Coorong National Park

Coorong National Park, Mike Langford / Auscape International
Bike riding Campfire Caravan Disabled Fishing Park entry fee Swimming Toilets Watersports Wildlife Aboriginal site Camping area Four-wheel drive touring Information Lookout Picnic area Walking

Introduction

Coorong National Park is a long, narrow ribbon of saline wetlands, saltpans, coastal dunes and wild ocean beaches stretching for 150 kilometres along the Younghusband Peninsula on South Australia’s mid-south coast. Its beaches face the blustery winds of the Southern Ocean but behind a chain of tussocky dunes is a sheltered sliver of shallow lagoons, which is a world-recognised sanctuary for thousands of shorebirds.

This important wetland environment affords some unsurpassed opportunities for sightseeing, fishing, birdwatching and camping within earshot of the Southern Ocean surf. The Coorong’s soft landscapes and muted colours also formed the setting for Colin Thiele’s gentle novel Storm Boy, made into a feature film in 1976.

Fact file

Access

From Adelaide via Princes Hwy through Meningie; from Mount Gambier via Princes Hwy through Kingston S.E.

Best season

Spring and summer; winter can be windy and cool

Location

152 km south-east of Adelaide; 61 km south-east of Meningie to Salt Creek (Tea Tree Crossing)

Park information

  • Parks SA (08) 8204 1910
  • Parks SA Coorong (08) 8575 1200

Permits

Camping permit required

Size

50 000 ha

Visitor information

Meningie (08) 8575 1259

Featured Activities in the National Park

  • Learn about the time-honoured ways of the Coorong from Ngarrindjeri elders

    Follow the Lakes Nature Trail past ephemeral salt lakes, dunes and stands of mallee

    Canoe or kayak along quiet waterways, with the opportunity to observe the birdlife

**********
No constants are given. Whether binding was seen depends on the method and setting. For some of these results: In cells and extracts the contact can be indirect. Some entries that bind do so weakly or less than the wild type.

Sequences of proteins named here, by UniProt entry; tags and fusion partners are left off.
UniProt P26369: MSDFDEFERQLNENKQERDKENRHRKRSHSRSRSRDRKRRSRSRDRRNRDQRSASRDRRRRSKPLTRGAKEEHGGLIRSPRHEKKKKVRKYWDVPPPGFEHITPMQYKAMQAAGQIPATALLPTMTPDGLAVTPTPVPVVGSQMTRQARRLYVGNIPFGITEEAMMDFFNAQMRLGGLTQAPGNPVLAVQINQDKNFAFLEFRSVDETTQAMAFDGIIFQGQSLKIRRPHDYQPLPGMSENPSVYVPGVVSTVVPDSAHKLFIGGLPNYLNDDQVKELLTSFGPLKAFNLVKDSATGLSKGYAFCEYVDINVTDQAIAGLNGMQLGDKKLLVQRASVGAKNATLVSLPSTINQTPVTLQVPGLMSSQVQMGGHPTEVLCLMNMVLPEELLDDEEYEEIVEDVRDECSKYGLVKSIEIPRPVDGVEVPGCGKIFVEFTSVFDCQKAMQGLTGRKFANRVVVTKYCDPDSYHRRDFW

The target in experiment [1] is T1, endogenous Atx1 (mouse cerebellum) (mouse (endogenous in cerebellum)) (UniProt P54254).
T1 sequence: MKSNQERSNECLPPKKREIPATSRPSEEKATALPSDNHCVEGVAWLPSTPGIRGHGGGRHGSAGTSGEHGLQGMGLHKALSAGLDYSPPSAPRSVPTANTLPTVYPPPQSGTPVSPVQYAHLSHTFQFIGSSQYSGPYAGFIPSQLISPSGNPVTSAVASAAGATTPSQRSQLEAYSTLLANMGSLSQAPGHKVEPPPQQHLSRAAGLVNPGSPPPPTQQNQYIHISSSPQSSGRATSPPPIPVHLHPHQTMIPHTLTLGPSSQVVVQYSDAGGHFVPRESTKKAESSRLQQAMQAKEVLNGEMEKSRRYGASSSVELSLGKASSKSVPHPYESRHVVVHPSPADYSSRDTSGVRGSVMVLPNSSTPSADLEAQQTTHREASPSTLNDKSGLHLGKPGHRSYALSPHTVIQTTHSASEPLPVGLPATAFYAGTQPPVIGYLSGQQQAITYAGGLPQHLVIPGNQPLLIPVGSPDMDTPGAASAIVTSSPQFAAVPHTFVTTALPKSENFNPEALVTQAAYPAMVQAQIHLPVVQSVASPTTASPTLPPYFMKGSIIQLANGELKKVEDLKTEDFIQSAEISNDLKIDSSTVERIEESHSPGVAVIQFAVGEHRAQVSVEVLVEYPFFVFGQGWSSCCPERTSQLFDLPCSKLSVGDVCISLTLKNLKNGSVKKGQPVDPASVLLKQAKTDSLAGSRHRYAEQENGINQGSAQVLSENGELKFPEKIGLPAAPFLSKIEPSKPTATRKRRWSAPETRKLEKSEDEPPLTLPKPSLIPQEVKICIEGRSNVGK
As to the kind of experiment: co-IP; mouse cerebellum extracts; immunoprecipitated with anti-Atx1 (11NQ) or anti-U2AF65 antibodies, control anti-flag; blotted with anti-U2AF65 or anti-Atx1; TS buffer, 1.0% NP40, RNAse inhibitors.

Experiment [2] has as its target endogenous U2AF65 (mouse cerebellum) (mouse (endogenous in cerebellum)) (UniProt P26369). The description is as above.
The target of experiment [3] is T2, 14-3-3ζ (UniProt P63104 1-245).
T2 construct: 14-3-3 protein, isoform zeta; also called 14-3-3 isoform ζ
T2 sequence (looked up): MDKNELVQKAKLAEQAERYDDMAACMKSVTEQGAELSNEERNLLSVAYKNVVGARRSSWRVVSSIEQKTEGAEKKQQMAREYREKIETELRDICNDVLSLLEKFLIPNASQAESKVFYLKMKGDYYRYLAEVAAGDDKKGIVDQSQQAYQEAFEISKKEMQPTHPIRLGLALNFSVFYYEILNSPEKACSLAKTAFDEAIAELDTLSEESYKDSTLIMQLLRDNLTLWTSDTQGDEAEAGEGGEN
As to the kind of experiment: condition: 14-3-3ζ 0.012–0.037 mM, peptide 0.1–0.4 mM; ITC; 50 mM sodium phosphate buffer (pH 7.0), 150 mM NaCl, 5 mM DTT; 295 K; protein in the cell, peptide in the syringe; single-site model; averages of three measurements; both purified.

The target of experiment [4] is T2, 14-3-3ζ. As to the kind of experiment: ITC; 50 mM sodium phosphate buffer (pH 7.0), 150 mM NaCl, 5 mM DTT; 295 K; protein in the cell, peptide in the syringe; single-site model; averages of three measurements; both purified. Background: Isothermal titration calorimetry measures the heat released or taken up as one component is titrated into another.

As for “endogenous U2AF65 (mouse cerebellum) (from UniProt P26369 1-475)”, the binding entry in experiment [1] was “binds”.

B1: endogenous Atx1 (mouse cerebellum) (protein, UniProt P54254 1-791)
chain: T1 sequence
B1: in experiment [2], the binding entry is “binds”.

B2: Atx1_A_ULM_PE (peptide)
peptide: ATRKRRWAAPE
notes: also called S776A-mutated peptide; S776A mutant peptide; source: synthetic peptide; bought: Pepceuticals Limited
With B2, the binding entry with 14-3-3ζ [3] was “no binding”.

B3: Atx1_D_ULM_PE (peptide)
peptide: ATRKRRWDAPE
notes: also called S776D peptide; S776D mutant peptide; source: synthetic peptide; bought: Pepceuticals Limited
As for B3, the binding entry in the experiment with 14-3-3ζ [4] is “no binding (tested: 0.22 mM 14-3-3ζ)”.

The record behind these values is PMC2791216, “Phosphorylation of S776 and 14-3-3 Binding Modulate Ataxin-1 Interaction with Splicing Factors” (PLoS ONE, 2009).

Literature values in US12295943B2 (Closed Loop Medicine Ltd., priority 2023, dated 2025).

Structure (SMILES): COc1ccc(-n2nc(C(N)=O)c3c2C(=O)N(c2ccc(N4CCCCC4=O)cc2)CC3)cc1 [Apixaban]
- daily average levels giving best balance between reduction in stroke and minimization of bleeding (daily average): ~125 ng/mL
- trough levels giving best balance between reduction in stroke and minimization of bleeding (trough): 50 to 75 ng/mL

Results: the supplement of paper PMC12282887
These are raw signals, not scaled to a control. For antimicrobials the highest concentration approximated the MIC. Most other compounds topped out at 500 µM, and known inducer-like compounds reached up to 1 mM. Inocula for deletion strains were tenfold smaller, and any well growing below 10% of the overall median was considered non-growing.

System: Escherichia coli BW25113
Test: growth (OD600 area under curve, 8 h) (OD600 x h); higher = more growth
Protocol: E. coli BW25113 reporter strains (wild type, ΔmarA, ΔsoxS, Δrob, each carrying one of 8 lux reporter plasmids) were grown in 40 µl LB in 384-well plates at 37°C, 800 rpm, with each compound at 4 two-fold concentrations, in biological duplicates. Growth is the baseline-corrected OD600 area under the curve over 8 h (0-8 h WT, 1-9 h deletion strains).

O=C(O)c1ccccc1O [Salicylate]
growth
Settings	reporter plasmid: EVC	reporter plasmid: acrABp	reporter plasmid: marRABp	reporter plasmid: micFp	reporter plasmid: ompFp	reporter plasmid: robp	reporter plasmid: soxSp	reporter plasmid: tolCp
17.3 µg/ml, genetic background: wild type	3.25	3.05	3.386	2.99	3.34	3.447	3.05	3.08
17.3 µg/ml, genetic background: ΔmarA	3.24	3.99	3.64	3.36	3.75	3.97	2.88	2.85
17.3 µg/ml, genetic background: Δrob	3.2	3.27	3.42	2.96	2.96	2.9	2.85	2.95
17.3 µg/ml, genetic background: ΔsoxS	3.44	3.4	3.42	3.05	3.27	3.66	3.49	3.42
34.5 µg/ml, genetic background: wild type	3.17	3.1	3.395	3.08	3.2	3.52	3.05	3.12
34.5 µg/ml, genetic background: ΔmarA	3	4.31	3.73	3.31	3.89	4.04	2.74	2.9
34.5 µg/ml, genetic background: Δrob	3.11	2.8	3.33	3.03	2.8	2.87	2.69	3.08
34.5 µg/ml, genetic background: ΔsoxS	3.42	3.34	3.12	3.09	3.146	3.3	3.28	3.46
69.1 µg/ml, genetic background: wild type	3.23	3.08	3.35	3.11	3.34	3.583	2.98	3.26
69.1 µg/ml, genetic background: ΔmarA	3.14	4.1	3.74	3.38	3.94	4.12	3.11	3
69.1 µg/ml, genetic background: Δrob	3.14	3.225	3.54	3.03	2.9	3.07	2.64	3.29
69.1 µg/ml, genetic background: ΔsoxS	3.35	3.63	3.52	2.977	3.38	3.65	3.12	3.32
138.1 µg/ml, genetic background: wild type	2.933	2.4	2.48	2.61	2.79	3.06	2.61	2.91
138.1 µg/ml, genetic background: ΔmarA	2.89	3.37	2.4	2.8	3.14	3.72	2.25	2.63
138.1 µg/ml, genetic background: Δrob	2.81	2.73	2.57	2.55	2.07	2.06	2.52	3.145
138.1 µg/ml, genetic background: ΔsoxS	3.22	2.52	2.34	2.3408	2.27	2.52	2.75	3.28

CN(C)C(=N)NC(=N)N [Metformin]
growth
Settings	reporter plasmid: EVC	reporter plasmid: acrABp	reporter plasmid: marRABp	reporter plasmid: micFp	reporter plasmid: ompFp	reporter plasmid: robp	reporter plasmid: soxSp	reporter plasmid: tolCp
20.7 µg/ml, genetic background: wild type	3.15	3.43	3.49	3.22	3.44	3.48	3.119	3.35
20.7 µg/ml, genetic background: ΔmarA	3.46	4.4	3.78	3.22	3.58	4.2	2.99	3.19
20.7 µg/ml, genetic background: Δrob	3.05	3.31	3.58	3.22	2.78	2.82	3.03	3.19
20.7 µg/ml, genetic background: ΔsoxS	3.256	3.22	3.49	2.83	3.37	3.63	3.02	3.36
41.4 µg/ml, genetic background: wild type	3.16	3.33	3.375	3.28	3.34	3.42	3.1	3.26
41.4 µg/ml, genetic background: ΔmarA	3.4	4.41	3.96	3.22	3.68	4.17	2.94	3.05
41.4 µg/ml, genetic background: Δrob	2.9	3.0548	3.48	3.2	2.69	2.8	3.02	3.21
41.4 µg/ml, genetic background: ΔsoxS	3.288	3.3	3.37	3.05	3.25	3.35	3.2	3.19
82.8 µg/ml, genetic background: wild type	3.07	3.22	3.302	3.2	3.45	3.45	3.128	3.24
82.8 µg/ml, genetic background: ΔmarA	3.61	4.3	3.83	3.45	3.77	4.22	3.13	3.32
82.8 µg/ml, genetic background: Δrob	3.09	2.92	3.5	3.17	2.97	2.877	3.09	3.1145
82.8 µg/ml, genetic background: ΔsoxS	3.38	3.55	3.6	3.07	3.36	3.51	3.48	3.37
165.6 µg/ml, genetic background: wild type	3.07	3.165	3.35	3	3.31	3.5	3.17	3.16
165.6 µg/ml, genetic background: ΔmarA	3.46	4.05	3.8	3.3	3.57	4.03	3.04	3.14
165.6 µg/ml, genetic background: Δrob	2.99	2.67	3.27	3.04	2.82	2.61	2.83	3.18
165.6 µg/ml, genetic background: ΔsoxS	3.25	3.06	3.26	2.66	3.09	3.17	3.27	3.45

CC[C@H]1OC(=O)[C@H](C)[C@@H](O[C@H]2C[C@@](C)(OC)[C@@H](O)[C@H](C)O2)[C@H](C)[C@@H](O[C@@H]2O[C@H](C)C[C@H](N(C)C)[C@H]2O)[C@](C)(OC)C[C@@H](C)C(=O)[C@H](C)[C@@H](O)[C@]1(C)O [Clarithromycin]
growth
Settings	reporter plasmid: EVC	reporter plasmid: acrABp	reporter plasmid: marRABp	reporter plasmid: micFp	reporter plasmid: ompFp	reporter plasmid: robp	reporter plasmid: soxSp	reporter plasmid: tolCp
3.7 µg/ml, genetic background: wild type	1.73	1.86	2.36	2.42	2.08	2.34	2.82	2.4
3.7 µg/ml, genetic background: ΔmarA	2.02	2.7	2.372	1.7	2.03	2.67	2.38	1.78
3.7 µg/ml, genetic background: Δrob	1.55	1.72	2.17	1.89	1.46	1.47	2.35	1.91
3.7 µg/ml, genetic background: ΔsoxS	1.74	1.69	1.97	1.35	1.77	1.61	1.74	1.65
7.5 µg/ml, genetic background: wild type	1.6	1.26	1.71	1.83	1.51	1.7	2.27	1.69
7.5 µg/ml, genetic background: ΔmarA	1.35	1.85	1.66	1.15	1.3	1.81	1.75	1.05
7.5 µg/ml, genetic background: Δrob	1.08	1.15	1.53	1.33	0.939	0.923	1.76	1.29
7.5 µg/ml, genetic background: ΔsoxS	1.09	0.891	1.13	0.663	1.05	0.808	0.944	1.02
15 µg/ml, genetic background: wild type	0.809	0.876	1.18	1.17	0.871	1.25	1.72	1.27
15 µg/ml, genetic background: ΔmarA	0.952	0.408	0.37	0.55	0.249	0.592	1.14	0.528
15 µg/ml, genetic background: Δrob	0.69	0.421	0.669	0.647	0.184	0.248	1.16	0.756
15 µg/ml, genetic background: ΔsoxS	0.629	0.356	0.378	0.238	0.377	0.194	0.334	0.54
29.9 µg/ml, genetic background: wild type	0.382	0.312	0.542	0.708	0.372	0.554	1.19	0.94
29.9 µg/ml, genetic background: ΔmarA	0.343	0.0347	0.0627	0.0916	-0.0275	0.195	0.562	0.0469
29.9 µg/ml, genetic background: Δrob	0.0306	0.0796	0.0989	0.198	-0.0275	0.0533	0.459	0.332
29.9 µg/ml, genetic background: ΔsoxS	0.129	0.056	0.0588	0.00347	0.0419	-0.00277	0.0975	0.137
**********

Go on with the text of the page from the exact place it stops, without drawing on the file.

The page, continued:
Camp behind the dunes within earshot of the Southern Ocean’s pounding surf

    Fish at Long Point and watch the sun set over the Coorong lagoon

See Also

A look at the past

Missed by Nicholas Baudin and Matthew Flinders and then bypassed by Charles Sturt when he explored the length of the Murray, the Coorong remained unseen by Europeans until 1838 when two vessels were wrecked on the coast, the survivors meeting up and rowing the length of the Coorong lagoon to Encounter Bay. By the 1840s a stock route, mail run and telegraph line had been established, but the area remained undeveloped. Landing in Adelaide to avoid Victoria’s ten-pound poll tax, Chinese fortune-seekers travelled through the area in the 1850s on their way to the goldfields.

Commercial ventures in the region were never very successful. In the late 1800s sheep farming was blighted by disease, and there were short-lived attempts to mine salt. Australia’s first oil exploration well was drilled at Salt Creek in 1892, but this enterprise also failed.

As early as 1914 some parts of the northern Coorong were protected and the present national park was declared in 1966 to protect the region’s exceptional natural features, with extra land added as a game reserve in 1968. In 1985 the placing of the Coorong on the Ramsar List of Wetlands of International Importance register, along with lakes Alexandrina and Albert, recognised the area’s global importance as a waterbird habitat.

Aboriginal culture